‘Girl Meets Farm’ Host Molly Yeh On Pantry Staples, Career Advice, & Her Next Cookbook

"It’s important to create the work at a standard that you feel really good about."

In Bustle’s Quick Question, we ask women leaders all about advice — from the best guidance they’ve ever gotten, to what they’re still figuring out. Here, Molly Yeh, host of Food Network’s Girl Meets Farm, tells Bustle about incorporating her Chinese-Jewish heritage into recipes, the best advice she’s received, and staying creative in the kitchen.

While many of us were panic-buying beans, frozen vegetables, and canned tomatoes at the start of the coronavirus pandemic, cooking with quarantine-ready foods was nothing new for best-selling cookbook author Molly Yeh. "Not having access to a lot of the ingredients that folks in cities and on the coast have access to, I’ve been cooking in this sort of pantry-staple style for a long time now," says Yeh, who moved from Brooklyn to a farm on the North Dakota-Minnesota border in 2013.

Despite her limited pantry, Yeh is passionate about creating unique recipes with impactful stories. "I don’t want to create recipes that you could just easily Google," she tells Bustle. "So to me, that means creating something totally new, like maybe a fusion dish that combines the flavors of my husband’s Norwegian heritage with my Chinese or Jewish heritage."

While Girl Meets Farm filming is on a break until August due to the pandemic, Yeh is currently working on her third cookbook, Home Is Where The Eggs Are, which is set for a fall 2022 release, and recreating recipes her dad grew up with. "I’ve been calling my dad and my grandma frequently to honor a lot of these recipes," she says. "Thank goodness for technology, because even being quarantined, I FaceTimed my dad had asked him about mapo tofu. I can call up my husband’s family members and ask them about Norwegian potato dumplings. There’s an endless wealth of inspiration in that."

Below, Yeh shares how she recharges, the hardworking mentality that inspired her, and the most challenging part of starting her award-winning food blog 11 years ago.

What’s something you still need advice on?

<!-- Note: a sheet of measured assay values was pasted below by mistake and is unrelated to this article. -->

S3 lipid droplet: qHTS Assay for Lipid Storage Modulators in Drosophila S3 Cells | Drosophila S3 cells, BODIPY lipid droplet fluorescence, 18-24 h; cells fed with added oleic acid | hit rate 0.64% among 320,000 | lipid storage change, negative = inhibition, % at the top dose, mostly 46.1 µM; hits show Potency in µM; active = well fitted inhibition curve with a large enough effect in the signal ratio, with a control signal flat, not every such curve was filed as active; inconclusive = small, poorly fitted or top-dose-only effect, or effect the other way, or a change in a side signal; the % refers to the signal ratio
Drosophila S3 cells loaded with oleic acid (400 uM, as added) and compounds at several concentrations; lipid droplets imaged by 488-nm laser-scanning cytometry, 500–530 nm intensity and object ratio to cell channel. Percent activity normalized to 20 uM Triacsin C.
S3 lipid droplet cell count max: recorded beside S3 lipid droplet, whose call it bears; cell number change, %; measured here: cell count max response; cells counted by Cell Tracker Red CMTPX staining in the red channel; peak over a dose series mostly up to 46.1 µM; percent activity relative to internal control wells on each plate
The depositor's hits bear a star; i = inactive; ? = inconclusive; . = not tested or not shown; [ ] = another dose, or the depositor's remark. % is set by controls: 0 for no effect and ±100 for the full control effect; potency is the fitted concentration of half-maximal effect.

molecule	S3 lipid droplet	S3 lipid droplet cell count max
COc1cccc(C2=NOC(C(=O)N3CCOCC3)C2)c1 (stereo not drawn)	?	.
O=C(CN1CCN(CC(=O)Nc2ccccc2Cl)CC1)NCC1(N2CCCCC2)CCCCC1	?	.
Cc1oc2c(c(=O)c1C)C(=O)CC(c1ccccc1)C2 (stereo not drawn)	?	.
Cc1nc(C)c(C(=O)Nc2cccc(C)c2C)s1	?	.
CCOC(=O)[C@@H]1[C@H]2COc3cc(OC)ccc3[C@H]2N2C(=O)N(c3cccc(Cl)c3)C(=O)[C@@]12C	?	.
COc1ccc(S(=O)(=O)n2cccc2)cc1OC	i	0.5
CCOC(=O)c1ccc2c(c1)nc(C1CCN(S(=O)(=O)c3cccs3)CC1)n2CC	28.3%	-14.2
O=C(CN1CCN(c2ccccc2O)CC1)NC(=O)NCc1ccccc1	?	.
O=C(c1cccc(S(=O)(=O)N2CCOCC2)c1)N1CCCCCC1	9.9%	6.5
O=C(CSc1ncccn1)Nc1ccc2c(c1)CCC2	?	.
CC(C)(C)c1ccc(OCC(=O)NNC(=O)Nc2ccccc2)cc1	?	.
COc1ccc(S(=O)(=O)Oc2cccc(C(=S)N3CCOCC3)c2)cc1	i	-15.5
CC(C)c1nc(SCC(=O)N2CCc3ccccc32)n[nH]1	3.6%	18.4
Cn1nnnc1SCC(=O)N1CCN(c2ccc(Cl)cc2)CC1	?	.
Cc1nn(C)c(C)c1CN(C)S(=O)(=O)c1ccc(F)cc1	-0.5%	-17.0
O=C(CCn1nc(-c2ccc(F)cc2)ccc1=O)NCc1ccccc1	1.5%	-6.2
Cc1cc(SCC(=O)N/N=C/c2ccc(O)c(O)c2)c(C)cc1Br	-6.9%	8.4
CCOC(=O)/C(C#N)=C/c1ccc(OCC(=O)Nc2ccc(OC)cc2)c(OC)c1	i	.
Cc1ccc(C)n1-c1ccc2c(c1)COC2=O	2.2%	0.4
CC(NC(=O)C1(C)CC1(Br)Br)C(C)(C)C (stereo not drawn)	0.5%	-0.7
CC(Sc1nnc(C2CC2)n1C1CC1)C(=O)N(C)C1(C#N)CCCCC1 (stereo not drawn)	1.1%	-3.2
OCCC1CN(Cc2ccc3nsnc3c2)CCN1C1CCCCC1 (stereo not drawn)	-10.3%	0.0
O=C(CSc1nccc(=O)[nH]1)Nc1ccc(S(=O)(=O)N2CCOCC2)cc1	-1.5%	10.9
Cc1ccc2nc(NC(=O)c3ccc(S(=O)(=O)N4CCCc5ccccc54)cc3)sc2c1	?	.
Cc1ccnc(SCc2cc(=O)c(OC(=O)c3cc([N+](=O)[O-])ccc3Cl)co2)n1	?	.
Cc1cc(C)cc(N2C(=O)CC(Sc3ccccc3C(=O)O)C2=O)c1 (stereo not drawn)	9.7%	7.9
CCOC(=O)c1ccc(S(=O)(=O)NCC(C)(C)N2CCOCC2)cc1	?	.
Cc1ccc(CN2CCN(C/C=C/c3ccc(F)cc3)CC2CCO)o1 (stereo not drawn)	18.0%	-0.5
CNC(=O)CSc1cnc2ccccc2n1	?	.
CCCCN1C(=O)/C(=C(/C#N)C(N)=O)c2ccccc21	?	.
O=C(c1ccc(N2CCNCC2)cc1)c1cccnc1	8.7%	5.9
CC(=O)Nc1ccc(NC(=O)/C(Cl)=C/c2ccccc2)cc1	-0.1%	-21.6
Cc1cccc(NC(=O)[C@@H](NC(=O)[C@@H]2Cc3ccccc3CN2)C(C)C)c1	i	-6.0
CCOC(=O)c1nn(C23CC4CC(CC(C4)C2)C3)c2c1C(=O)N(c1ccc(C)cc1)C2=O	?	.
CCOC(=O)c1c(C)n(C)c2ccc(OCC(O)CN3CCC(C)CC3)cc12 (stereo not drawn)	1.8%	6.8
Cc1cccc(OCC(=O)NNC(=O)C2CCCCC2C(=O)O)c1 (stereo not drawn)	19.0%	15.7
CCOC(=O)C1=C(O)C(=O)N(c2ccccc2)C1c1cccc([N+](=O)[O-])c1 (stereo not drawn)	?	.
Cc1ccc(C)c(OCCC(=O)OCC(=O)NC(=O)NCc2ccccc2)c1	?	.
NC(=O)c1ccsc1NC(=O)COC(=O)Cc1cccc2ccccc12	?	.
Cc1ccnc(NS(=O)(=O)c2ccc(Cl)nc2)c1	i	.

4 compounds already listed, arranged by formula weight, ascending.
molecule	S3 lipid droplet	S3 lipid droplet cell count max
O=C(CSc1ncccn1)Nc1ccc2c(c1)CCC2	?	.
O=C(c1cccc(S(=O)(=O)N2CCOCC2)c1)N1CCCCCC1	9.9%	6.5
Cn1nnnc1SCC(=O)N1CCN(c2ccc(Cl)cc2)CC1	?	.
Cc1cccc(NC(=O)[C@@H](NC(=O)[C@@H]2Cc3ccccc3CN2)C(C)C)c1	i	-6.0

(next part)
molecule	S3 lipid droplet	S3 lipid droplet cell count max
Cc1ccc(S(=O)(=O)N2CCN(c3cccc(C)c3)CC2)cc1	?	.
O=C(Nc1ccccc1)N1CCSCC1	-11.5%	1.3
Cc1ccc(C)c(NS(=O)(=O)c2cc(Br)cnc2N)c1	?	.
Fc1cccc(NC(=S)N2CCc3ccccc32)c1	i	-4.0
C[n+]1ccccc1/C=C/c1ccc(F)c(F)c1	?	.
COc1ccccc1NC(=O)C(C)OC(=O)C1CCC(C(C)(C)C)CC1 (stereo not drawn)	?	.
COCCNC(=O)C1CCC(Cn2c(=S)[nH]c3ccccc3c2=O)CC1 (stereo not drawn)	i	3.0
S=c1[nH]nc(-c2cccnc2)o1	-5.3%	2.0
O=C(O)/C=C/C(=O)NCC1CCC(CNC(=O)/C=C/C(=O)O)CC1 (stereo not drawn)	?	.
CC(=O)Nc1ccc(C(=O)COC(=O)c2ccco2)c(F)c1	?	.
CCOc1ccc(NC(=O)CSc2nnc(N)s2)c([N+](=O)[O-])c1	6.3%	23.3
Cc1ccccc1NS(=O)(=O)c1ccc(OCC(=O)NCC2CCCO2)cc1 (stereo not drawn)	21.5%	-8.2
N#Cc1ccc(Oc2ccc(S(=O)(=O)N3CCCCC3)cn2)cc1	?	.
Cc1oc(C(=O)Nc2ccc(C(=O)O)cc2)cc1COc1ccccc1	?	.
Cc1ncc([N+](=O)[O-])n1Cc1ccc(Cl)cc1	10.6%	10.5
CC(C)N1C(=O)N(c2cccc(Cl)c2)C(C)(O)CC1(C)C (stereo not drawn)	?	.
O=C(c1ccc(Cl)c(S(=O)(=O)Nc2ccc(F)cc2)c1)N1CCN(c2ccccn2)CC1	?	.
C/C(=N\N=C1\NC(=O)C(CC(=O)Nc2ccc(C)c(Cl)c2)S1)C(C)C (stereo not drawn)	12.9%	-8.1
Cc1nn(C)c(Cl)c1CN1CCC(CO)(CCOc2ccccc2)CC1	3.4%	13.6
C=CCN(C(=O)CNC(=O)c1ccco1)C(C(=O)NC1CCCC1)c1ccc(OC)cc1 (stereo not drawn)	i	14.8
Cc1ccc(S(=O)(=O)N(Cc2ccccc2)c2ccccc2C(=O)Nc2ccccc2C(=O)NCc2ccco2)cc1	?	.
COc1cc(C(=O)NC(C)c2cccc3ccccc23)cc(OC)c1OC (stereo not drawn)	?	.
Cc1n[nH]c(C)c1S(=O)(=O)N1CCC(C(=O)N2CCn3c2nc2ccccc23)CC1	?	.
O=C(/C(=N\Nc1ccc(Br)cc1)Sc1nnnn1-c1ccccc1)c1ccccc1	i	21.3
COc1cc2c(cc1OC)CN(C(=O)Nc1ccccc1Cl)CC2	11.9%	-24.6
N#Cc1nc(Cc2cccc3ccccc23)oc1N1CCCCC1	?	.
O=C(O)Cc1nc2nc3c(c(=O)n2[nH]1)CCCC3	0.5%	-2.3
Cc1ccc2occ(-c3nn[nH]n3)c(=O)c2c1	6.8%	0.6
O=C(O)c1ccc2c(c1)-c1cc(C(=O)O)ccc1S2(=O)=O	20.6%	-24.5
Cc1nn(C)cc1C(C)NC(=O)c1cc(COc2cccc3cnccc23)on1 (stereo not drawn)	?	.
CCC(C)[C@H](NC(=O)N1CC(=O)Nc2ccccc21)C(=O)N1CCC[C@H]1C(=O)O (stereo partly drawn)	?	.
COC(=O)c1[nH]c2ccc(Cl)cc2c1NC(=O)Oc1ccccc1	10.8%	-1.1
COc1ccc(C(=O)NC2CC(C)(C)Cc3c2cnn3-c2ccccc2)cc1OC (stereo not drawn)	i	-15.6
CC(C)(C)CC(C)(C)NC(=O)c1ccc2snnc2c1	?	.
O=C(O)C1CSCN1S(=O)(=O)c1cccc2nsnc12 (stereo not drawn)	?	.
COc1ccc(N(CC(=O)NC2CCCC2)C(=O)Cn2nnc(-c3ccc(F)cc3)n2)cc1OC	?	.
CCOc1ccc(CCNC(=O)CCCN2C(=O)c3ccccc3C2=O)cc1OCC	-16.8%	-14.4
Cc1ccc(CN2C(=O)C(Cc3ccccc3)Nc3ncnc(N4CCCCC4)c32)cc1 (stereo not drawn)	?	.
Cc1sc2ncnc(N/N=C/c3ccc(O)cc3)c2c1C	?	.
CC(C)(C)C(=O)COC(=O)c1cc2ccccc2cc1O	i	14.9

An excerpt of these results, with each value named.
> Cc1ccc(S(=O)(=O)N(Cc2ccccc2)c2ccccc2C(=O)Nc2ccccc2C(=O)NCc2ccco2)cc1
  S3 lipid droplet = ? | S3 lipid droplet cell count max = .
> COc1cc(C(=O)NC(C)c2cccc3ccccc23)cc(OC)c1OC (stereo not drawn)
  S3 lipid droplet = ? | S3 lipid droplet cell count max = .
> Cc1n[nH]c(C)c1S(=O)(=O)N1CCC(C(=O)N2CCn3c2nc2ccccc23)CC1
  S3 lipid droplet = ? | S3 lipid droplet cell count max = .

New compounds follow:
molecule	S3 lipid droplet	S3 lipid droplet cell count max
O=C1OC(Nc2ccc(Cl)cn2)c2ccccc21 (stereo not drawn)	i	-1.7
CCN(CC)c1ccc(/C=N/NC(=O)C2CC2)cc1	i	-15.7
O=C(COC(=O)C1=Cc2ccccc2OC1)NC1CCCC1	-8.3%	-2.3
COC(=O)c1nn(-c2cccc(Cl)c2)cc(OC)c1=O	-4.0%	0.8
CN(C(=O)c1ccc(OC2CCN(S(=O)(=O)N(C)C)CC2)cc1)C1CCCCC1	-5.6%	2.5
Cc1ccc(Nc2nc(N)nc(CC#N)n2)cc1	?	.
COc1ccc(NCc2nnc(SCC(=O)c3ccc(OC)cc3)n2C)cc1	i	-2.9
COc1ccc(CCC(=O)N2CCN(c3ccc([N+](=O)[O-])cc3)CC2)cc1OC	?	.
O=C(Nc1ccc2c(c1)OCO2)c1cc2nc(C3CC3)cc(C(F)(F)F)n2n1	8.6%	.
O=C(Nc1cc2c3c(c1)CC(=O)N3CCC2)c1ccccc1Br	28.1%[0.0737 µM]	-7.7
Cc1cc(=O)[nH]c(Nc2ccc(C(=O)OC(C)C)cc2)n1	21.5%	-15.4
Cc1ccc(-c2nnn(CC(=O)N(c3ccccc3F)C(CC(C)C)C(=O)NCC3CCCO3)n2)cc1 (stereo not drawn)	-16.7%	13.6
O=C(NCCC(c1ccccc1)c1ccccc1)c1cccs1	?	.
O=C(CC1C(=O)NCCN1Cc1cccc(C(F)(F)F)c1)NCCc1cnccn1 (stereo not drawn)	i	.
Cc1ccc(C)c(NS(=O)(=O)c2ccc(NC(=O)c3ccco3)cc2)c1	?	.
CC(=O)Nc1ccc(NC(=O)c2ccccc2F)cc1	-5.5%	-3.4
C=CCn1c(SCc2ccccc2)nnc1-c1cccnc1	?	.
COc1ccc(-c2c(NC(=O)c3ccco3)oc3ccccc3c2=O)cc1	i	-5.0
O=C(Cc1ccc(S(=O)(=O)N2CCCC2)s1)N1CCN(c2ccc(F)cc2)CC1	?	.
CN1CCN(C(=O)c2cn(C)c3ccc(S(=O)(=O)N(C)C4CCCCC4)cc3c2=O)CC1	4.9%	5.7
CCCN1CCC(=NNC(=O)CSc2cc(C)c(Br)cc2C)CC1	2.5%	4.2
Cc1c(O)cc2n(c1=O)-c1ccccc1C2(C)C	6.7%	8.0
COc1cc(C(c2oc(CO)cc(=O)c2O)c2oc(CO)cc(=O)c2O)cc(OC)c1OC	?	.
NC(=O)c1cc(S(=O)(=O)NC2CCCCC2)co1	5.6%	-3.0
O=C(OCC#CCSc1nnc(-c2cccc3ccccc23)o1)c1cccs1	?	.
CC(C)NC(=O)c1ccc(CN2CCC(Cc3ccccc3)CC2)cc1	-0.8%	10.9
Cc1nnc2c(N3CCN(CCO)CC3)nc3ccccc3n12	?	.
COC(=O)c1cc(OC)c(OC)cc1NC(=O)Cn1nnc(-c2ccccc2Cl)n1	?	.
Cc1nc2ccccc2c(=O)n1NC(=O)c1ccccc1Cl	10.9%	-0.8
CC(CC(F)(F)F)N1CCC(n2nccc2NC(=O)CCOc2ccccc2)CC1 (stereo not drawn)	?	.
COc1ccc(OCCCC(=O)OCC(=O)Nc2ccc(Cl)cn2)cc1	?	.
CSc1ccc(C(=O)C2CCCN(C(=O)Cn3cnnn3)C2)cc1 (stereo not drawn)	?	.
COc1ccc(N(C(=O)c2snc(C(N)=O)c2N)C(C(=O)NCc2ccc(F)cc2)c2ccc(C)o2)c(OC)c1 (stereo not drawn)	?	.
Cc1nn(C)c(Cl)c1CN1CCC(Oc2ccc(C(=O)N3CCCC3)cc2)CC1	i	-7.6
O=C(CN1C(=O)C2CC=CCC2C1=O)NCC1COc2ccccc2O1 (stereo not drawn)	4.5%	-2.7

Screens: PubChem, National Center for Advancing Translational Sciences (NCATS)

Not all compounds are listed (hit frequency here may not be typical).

MY: I have a 15-month-old daughter, Bernie, and every day is new with her and it’s the most exciting, amazing thing ever. But I am always asking my mom questions — what to do when she won’t brush her teeth, how to raise her to make the world a better place, and what books to read her. We just filled up her library with books about diversity, with Black voices and Black stories. We bought a book about Harriet Tubman and this amazing book called Love Makes a Family about all different types of families.

How do you unwind after a long day of filming?

MY: I love reading — I read about five books at the same time. I’ve been working my way through the rom-com section of iBooks. I just bought Fair Play and I just read Twelve Recipes.

I also work out every day, not too much, just enough to make it manageable. I’m a big stickler about the time I go to bed, wake up, and turn my computer and my phone off so that I can have an hour at the end of the day to watch TV and turn my brain off. I try to eat healthy when I can, but it’s sometimes difficult when I have to test five cake recipes in one week. I balance it out many green juices and salads.

In retrospect, what was the most challenging part of launching your blog?

MY: The most challenging things for me have always been the nuts and bolts or business aspect of it all. Things like, how do I store thousands of raw files of a photo of a cake on my computer and not have my computer crash at the end of the day? What is SEO? How do I format photos? I have a lot of technology, internet, and programming questions.

What’s the best advice you’ve ever received?

MY: When my husband Nick and I started dating, "Die Young" by Ke$ha was really popular and there was this whole mood of just, "live fast, die young, go out and party tonight, because no one knows what’s going to happen next week." But, Nick, who is a fifth-generation farmer, was one of the first people to say to me, "No, let’s live like we’re going to live to 130. Let’s live like we’re going to put our future kids through college. Let’s save money, work hard on weekends if it means pursuing your dream, and do what you need to do in order to have a prosperous and happy future."

Farmers think in terms of generations. They’re thinking, what can I do today to set up this farm to be successful for my kids, grandkids, and great grandkids? This hardworking mentality inspired me.

The worst advice?

MY: If I go to somebody for help about something that’s keeping me up at night, the worst thing they could ever say is, "Just let it go. No one’s going to notice if that pie crust looks bad in this picture." But I’m going to notice. You never want to lower your standards. Maybe you learn to pick your battles, but if something is truly bothering you, it’s important to work to fix it and not let it go. It’s important to create the work at a standard that you feel really good about.

This interview has been edited for length and clarity.

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